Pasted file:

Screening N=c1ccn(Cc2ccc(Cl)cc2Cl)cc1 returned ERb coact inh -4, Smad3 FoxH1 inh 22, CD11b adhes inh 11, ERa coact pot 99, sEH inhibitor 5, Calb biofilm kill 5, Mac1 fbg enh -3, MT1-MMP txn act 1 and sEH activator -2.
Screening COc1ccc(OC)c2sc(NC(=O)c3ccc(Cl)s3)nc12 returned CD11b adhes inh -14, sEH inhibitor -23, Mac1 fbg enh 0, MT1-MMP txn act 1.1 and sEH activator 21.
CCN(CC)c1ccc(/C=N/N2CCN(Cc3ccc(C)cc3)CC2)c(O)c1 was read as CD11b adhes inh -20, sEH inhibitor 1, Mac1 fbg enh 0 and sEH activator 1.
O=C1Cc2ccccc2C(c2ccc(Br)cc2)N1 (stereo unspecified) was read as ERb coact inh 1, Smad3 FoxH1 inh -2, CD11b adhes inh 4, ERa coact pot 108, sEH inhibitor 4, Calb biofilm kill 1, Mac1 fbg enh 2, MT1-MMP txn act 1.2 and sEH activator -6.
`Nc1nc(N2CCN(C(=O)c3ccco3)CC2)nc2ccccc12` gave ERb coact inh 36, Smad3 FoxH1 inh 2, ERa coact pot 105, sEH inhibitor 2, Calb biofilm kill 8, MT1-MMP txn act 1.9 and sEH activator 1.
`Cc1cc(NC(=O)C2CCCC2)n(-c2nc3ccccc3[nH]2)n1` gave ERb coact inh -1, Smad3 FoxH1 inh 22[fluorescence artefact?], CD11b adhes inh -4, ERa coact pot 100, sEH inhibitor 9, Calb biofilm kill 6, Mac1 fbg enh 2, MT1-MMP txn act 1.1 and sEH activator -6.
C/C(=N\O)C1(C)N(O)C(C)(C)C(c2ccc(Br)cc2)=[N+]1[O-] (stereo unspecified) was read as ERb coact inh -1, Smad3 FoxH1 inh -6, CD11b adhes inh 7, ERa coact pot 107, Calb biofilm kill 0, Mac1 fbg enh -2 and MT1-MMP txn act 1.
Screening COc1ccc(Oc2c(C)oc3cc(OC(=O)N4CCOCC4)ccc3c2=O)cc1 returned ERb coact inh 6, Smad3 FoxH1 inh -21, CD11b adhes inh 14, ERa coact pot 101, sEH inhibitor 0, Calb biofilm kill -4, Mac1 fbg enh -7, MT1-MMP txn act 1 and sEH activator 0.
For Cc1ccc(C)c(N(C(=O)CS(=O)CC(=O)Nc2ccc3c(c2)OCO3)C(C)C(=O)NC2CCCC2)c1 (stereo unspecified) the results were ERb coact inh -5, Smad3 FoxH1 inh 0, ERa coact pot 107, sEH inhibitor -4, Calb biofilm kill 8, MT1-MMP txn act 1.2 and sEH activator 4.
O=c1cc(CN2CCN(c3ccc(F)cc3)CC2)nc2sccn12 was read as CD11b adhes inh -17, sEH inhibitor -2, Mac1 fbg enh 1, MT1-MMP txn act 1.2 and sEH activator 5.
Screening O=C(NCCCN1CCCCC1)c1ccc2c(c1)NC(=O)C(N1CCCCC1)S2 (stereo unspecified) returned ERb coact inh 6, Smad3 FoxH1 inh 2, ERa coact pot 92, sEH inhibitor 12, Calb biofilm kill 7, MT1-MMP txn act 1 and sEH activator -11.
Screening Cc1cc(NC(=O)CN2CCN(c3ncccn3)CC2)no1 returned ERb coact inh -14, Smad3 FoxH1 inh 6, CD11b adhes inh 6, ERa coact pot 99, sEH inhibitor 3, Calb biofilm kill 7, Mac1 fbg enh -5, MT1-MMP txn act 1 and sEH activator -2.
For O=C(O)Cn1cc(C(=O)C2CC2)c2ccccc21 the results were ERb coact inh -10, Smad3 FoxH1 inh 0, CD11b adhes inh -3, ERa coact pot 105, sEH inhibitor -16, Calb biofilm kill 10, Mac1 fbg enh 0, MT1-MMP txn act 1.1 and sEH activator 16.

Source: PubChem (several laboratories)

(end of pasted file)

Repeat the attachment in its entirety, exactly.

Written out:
Screening N=c1ccn(Cc2ccc(Cl)cc2Cl)cc1 returned ERb coact inh -4, Smad3 FoxH1 inh 22, CD11b adhes inh 11, ERa coact pot 99, sEH inhibitor 5, Calb biofilm kill 5, Mac1 fbg enh -3, MT1-MMP txn act 1 and sEH activator -2.
Screening COc1ccc(OC)c2sc(NC(=O)c3ccc(Cl)s3)nc12 returned CD11b adhes inh -14, sEH inhibitor -23, Mac1 fbg enh 0, MT1-MMP txn act 1.1 and sEH activator 21.
CCN(CC)c1ccc(/C=N/N2CCN(Cc3ccc(C)cc3)CC2)c(O)c1 was read as CD11b adhes inh -20, sEH inhibitor 1, Mac1 fbg enh 0 and sEH activator 1.
O=C1Cc2ccccc2C(c2ccc(Br)cc2)N1 (stereo unspecified) was read as ERb coact inh 1, Smad3 FoxH1 inh -2, CD11b adhes inh 4, ERa coact pot 108, sEH inhibitor 4, Calb biofilm kill 1, Mac1 fbg enh 2, MT1-MMP txn act 1.2 and sEH activator -6.
`Nc1nc(N2CCN(C(=O)c3ccco3)CC2)nc2ccccc12` gave ERb coact inh 36, Smad3 FoxH1 inh 2, ERa coact pot 105, sEH inhibitor 2, Calb biofilm kill 8, MT1-MMP txn act 1.9 and sEH activator 1.
`Cc1cc(NC(=O)C2CCCC2)n(-c2nc3ccccc3[nH]2)n1` gave ERb coact inh -1, Smad3 FoxH1 inh 22[fluorescence artefact?], CD11b adhes inh -4, ERa coact pot 100, sEH inhibitor 9, Calb biofilm kill 6, Mac1 fbg enh 2, MT1-MMP txn act 1.1 and sEH activator -6.
C/C(=N\O)C1(C)N(O)C(C)(C)C(c2ccc(Br)cc2)=[N+]1[O-] (stereo unspecified) was read as ERb coact inh -1, Smad3 FoxH1 inh -6, CD11b adhes inh 7, ERa coact pot 107, Calb biofilm kill 0, Mac1 fbg enh -2 and MT1-MMP txn act 1.
Screening COc1ccc(Oc2c(C)oc3cc(OC(=O)N4CCOCC4)ccc3c2=O)cc1 returned ERb coact inh 6, Smad3 FoxH1 inh -21, CD11b adhes inh 14, ERa coact pot 101, sEH inhibitor 0, Calb biofilm kill -4, Mac1 fbg enh -7, MT1-MMP txn act 1 and sEH activator 0.
For Cc1ccc(C)c(N(C(=O)CS(=O)CC(=O)Nc2ccc3c(c2)OCO3)C(C)C(=O)NC2CCCC2)c1 (stereo unspecified) the results were ERb coact inh -5, Smad3 FoxH1 inh 0, ERa coact pot 107, sEH inhibitor -4, Calb biofilm kill 8, MT1-MMP txn act 1.2 and sEH activator 4.
O=c1cc(CN2CCN(c3ccc(F)cc3)CC2)nc2sccn12 was read as CD11b adhes inh -17, sEH inhibitor -2, Mac1 fbg enh 1, MT1-MMP txn act 1.2 and sEH activator 5.
Screening O=C(NCCCN1CCCCC1)c1ccc2c(c1)NC(=O)C(N1CCCCC1)S2 (stereo unspecified) returned ERb coact inh 6, Smad3 FoxH1 inh 2, ERa coact pot 92, sEH inhibitor 12, Calb biofilm kill 7, MT1-MMP txn act 1 and sEH activator -11.
Screening Cc1cc(NC(=O)CN2CCN(c3ncccn3)CC2)no1 returned ERb coact inh -14, Smad3 FoxH1 inh 6, CD11b adhes inh 6, ERa coact pot 99, sEH inhibitor 3, Calb biofilm kill 7, Mac1 fbg enh -5, MT1-MMP txn act 1 and sEH activator -2.
For O=C(O)Cn1cc(C(=O)C2CC2)c2ccccc21 the results were ERb coact inh -10, Smad3 FoxH1 inh 0, CD11b adhes inh -3, ERa coact pot 105, sEH inhibitor -16, Calb biofilm kill 10, Mac1 fbg enh 0, MT1-MMP txn act 1.1 and sEH activator 16.

Source: PubChem (several laboratories)